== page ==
Non-Fiction: Following the Iconic
Christopher Felver, Beat [Last Gasp 2007]
Christopher Felver’s assemblage of images and text for Beat evokes the ephemera of a snapshot -album or personal scrapbook. The typewritten dedicatory page of Howl appears alongside the invitation letter Allen Ginsberg wrote in 1955 to the mythic “ 6 Poets at 6 Gallery” event. Newspaper clippings, sketches, the occasional whole poem, and signed greetings from friends decorate the space around Felver’s photographs of Beat Generation writers in their later years. As a kind of homage, Beat portrays the writers amid a constellation of extended friends, followers, and colleagues who through the eighties up to the present day continue to live and work along similar lines of imaginative dissent.
Through Felver’s five-part essay, along with the book’s several introductions, the spontaneous, visceral, free-roaming Beat ethos is heavily lauded. The question remains: what does one choose to remember of the generation that “suddenly left to fend for themselves.” In her preface to the latest reprint of Jack Kerouac’s The Dharma Bums in 2006, professor Ann Douglas referred to a certain radical devotion among the Post-War generation of writers “to defy the censorship of the mind.”
Felver’s essay , as the narrative centerpiece to Beat , recounts his first associations with the San Francisco literary scene as a young photographer in 1979. While waiting outside during intermission at a poetry reading in North Beach, local writer Neeli Cherkovski appeared from the audience, and invited Felver to meet poet and publisher Lawrence Ferlinghetti, who then introduced Felver to the community of San Francisco writers, artists, and other creative personalities with whom he kept in contact with through the following years. “Allen Ginsburg’s address book was an integral part and metaphor for the whole roadshow,” writes Felver , “that trail of friendship and trust is how this book was made.”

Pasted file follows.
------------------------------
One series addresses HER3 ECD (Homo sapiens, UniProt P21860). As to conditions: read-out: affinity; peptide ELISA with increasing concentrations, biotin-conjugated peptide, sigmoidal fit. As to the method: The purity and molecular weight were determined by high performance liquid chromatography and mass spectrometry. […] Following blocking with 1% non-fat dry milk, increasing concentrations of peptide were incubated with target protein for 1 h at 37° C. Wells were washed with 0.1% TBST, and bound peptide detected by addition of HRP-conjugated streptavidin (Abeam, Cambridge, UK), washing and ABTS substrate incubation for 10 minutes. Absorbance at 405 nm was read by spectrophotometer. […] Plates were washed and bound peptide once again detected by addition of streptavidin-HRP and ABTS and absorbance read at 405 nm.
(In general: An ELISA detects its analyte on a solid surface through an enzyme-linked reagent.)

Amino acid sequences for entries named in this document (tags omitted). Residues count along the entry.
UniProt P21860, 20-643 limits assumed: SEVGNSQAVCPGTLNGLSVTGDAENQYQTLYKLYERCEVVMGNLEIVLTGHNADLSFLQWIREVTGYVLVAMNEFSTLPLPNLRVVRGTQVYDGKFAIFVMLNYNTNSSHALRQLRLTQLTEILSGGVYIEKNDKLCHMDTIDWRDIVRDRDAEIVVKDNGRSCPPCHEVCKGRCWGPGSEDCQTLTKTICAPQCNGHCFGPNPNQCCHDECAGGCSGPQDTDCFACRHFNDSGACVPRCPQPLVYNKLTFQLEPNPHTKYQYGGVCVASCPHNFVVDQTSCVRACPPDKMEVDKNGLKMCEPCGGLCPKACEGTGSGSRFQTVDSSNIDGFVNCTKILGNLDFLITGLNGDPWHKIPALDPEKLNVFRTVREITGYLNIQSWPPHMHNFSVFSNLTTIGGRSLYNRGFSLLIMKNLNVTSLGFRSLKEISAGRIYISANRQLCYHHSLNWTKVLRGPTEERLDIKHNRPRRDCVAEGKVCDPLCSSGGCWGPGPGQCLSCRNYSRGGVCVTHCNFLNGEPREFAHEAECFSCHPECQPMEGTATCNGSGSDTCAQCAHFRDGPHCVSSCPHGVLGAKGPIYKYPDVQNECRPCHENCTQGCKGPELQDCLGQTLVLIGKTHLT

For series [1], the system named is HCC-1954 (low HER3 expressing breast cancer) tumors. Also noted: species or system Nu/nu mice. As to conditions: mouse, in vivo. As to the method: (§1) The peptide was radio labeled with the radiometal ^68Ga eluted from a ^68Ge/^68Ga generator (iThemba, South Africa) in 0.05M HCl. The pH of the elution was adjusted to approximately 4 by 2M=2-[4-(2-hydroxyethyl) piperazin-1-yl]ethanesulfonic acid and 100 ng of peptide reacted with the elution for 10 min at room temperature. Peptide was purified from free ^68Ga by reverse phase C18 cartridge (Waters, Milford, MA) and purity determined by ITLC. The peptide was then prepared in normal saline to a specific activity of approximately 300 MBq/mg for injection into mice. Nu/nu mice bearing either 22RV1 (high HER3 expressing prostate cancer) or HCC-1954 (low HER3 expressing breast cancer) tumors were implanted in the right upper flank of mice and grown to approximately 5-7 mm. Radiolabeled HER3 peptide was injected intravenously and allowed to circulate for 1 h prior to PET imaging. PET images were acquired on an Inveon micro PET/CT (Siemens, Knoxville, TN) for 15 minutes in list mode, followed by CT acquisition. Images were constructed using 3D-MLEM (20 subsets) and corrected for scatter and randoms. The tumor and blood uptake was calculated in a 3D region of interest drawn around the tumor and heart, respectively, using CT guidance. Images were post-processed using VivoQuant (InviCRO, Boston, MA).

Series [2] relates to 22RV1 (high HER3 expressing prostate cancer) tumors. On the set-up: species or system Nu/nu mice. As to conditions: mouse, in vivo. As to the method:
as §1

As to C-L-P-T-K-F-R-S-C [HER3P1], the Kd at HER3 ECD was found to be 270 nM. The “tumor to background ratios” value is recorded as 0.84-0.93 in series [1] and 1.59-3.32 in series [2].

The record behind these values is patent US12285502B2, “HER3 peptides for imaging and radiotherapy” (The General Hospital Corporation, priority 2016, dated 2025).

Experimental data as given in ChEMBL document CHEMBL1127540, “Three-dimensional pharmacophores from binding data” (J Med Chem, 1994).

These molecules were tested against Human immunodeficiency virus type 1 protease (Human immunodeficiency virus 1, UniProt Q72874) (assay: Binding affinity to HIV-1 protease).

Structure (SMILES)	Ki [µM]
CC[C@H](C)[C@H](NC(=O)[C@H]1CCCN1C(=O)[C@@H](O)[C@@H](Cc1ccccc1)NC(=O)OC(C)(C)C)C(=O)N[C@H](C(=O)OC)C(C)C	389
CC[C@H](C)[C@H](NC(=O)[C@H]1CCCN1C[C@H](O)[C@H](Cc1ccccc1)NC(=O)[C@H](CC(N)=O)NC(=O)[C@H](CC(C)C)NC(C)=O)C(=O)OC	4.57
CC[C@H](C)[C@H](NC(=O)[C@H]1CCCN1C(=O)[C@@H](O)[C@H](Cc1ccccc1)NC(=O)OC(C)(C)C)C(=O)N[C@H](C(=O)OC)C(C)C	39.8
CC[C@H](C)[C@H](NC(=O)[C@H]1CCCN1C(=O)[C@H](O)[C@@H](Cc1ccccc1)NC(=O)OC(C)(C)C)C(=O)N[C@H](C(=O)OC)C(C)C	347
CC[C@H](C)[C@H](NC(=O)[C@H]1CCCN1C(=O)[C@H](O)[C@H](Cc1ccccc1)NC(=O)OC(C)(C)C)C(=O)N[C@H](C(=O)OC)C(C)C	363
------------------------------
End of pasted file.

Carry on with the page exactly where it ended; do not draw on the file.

While the majority of Felver’s portraits are posed, there is a curious interplay between Felver and whomever he happens to photograph. He captures the iconic gestures that reveal certain aspects of the sitter’s idiosyncratic personality. P hotographer and filmmaker Robert Frank looks straight at Felver’s camera in his portrait, sitting at a worktable in his studio, holding an open hand in front of his face to block the harsh afternoon light through the street-side bay window.
In one astonishing image, James Schuyler’s silhouette subtly emerges from the scattered heaps of letters, books, and paperwork that fill his office. Felver photographs the poet from across the room, using deep-focus with the composition vertically affixed in such a way that the viewer is led past the lines of the furniture and the contours of the room, and in to the intimate space. Schuyler sits unaffected by the clutter, shoes-off, reading the newspaper.
The diaristic consistency of Beat relates to an earlier effort to blend personal text and photographs in a depiction of Post-War American writers : Elsa Dorfman’s, Housebook: A Woman’s Photojournal. While working as a secretary to the editor at Grove Press from her house in Cambridge, Dorfman invited many of the poets whose readings she had arranged to come and stay at her home, while keeping a photographic record of their visits over the years. Looking through Housebook, one is drawn in to a similarly casual gathering, and learns who the subjects of the off-handed photos are through Dorfman’s expository prose . During the course of the 200 artists and figures that appear in Beat, many of them remain conspicuous in their absence from Felver’s commentary—t hough an exhaustive index in the back of Beat helps to identify the extended family of the Beat generation. In his preface, Felver cites Kerouac shared intent: “Life is a journey meant to discover and practice the beatific.” It is in this spirit that Felver’s book remains an invaluable document of the generation’s dynamic ethos .
Ben Tripp is a poet and editor of the literary magazine Gerry Mulligan.